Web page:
Background Even during the current Coronavirus Disease 2019 (COVID-19) pan-demic, the infection with the Human Immunodeficiency Virus (HIV) continues to pose a major threat, worldwide. In fact, the World Health Organization (WHO) defined the HIV infection as a risk factor for both severe COVID-19, at hospital ad-mission, and in-hospital mortality. Despite this evidence, however, there remains the need for investigating whether SARS-CoV-2 infection could increase the risk of death among people living with HIV (PLHIV). Thus, we conducted a systematic review and meta-analysis to assess the impact of the SARS-CoV-2 infection on the risk of death among PLHIV and HIV-seronegative people.Methods The literature search was carried out on PubMed, Embase and Web of Science databases, from the inception to February 2022. Epidemiological studies on patients tested positive for SARS-CoV-2 infection, which compared the proportion of deaths between PLHIV and HIV-seronegative people, were considered eligible for the inclusion. The pooled odds ratio (OR) was obtained through meta-analysis of the comparison between PLHIV and HIV-seronegative people. Study quality was assessed by using the Newcastle-Ottawa Quality Assessment.Results On a total of 1001 records obtained from the literature search, the present systematic review and meta-analysis included 28 studies on 168 531 PLHIV and 66 712 091 HIV-seronegative patients with SARS-CoV-2 infection. The meta-anal-ysis showed no difference in the risk of death between PLHIV and HIV-seronega-tive patients (OR = 1.09; 95% confidence interval = 0.93-1.26; P > 0.001). However, a significant heterogeneity was found for this comparison (I2 = 88.8%, P < 0.001).Conclusions Although our meta-analysis suggests no difference in the risk of death of PLHIV with SARS-CoV-2 infection, if compared with HIV-seronegative patients, further research should be encouraged to improve the current knowledge about the impact of SARS-CoV-2 and HIV co-infection.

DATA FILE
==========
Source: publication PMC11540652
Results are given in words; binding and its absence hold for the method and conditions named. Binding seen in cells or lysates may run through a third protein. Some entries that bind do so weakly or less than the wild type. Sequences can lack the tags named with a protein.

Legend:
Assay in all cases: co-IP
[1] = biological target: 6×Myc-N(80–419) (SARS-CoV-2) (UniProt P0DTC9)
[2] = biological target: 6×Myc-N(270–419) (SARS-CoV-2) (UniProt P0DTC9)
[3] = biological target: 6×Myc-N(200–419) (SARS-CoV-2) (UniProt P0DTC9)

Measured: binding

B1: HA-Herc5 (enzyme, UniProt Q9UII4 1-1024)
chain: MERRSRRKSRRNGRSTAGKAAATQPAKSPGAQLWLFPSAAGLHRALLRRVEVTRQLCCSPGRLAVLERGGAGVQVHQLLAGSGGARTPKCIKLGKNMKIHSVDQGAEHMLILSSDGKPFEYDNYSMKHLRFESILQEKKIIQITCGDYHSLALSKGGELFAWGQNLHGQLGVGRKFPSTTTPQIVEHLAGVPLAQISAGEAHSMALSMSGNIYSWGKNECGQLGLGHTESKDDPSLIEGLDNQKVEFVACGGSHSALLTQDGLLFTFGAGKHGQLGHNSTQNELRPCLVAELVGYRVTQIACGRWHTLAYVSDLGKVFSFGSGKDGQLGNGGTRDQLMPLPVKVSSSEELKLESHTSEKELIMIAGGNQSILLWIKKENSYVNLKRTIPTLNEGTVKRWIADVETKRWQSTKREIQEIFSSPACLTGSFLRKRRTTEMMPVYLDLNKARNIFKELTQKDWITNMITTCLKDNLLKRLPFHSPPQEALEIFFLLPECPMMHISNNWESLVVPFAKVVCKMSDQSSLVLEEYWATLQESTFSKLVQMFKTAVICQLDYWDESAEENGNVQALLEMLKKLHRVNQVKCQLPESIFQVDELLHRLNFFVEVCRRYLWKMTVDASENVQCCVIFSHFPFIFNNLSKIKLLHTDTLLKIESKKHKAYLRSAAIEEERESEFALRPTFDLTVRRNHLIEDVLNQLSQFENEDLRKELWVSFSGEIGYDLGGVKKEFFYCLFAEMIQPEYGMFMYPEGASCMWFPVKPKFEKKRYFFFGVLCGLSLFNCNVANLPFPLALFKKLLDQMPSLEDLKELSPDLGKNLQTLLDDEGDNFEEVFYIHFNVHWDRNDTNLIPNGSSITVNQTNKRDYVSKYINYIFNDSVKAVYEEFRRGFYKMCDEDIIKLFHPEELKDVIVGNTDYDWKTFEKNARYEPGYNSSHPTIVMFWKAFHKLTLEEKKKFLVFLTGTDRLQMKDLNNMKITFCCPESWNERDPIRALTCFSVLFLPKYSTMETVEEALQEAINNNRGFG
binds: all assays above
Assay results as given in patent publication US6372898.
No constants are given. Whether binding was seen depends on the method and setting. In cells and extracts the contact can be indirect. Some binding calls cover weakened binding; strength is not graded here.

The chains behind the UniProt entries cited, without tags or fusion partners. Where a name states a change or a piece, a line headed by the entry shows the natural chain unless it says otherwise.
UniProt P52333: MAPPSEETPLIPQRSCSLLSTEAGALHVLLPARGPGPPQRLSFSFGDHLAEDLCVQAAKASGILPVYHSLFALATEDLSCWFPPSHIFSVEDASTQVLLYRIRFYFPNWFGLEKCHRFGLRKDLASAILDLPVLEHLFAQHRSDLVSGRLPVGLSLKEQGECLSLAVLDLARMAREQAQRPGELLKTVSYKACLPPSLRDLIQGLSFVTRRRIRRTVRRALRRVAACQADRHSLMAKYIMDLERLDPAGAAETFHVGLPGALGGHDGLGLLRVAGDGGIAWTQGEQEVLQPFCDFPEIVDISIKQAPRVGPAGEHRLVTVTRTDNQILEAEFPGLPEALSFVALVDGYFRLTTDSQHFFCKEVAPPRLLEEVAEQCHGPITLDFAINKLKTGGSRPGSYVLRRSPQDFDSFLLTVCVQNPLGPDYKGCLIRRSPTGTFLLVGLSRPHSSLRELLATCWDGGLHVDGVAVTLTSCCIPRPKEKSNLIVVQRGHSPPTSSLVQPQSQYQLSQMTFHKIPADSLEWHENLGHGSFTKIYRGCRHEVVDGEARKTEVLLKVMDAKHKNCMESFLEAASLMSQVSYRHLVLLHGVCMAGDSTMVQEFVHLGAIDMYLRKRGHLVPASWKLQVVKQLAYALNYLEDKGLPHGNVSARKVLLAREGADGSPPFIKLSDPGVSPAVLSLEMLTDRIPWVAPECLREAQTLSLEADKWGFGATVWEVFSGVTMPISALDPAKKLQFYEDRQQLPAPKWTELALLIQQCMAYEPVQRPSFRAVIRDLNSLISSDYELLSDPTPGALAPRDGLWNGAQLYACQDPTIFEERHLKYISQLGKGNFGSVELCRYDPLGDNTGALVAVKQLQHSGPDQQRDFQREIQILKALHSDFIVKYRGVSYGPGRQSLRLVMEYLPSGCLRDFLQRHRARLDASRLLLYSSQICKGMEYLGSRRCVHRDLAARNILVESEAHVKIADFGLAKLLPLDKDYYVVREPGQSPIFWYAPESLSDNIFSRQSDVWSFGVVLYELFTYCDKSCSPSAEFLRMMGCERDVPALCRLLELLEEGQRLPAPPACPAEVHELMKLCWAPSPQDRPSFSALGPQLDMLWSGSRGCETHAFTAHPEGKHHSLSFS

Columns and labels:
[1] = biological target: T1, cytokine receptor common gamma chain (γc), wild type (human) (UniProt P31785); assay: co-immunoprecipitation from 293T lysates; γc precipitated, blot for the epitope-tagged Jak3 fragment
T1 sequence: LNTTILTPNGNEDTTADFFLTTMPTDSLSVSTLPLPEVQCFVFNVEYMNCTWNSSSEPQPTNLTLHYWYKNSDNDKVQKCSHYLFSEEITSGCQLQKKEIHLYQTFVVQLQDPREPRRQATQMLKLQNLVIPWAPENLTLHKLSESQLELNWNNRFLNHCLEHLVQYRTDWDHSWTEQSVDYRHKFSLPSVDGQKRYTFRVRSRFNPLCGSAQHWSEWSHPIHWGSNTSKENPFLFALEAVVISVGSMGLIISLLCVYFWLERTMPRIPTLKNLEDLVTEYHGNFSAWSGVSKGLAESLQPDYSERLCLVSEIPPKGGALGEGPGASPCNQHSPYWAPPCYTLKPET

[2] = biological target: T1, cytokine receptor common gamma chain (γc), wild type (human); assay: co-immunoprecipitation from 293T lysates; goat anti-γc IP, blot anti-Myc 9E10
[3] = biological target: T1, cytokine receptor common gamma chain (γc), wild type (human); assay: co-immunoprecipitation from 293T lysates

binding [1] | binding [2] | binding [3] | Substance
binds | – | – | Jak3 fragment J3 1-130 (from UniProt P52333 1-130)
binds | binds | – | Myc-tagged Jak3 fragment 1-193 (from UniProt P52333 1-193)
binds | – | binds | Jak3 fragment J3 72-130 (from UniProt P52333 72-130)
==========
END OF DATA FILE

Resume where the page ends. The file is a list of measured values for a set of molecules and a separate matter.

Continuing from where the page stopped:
HIV infection does not affect the risk of death of COVID-19 patients: A systematic review and meta-analysis of epidemiological studies

Favara, Giuliana;Barchitta, Martina;Maugeri, Andrea;Agodi, Antonella
2022

Abstract

Background Even during the current Coronavirus Disease 2019 (COVID-19) pan-demic, the infection with the Human Immunodeficiency Virus (HIV) continues to pose a major threat, worldwide. In fact, the World Health Organization (WHO) defined the HIV infection as a risk factor for both severe COVID-19, at hospital ad-mission, and in-hospital mortality. Despite this evidence, however, there remains the need for investigating whether SARS-CoV-2 infection could increase the risk of death among people living with HIV (PLHIV). Thus, we conducted a systematic review and meta-analysis to assess the impact of the SARS-CoV-2 infection on the risk of death among PLHIV and HIV-seronegative people.Methods The literature search was carried out on PubMed, Embase and Web of Science databases, from the inception to February 2022. Epidemiological studies on patients tested positive for SARS-CoV-2 infection, which compared the proportion of deaths between PLHIV and HIV-seronegative people, were considered eligible for the inclusion. The pooled odds ratio (OR) was obtained through meta-analysis of the comparison between PLHIV and HIV-seronegative people. Study quality was assessed by using the Newcastle-Ottawa Quality Assessment.Results On a total of 1001 records obtained from the literature search, the present systematic review and meta-analysis included 28 studies on 168 531 PLHIV and 66 712 091 HIV-seronegative patients with SARS-CoV-2 infection. The meta-anal-ysis showed no difference in the risk of death between PLHIV and HIV-seronega-tive patients (OR = 1.09; 95% confidence interval = 0.93-1.26; P > 0.001). However, a significant heterogeneity was found for this comparison (I2 = 88.8%, P < 0.001).Conclusions Although our meta-analysis suggests no difference in the risk of death of PLHIV with SARS-CoV-2 infection, if compared with HIV-seronegative patients, further research should be encouraged to improve the current knowledge about the impact of SARS-CoV-2 and HIV co-infection.
Epidemiologic Studies
Humans
Pandemics
SARS-CoV-2
COVID-19
HIV Infections
File in questo prodotto:
Non ci sono file associati a questo prodotto.

I documenti in IRIS sono protetti da copyright e tutti i diritti sono riservati, salvo diversa indicazione.

Utilizza questo identificativo per citare o creare un link a questo documento: https://hdl.handle.net/20.500.11769/539601
Citazioni
  • ???jsp.display-item.citation.pmc??? 1
  • Scopus 1
  • ???jsp.display-item.citation.isi??? 1
social impact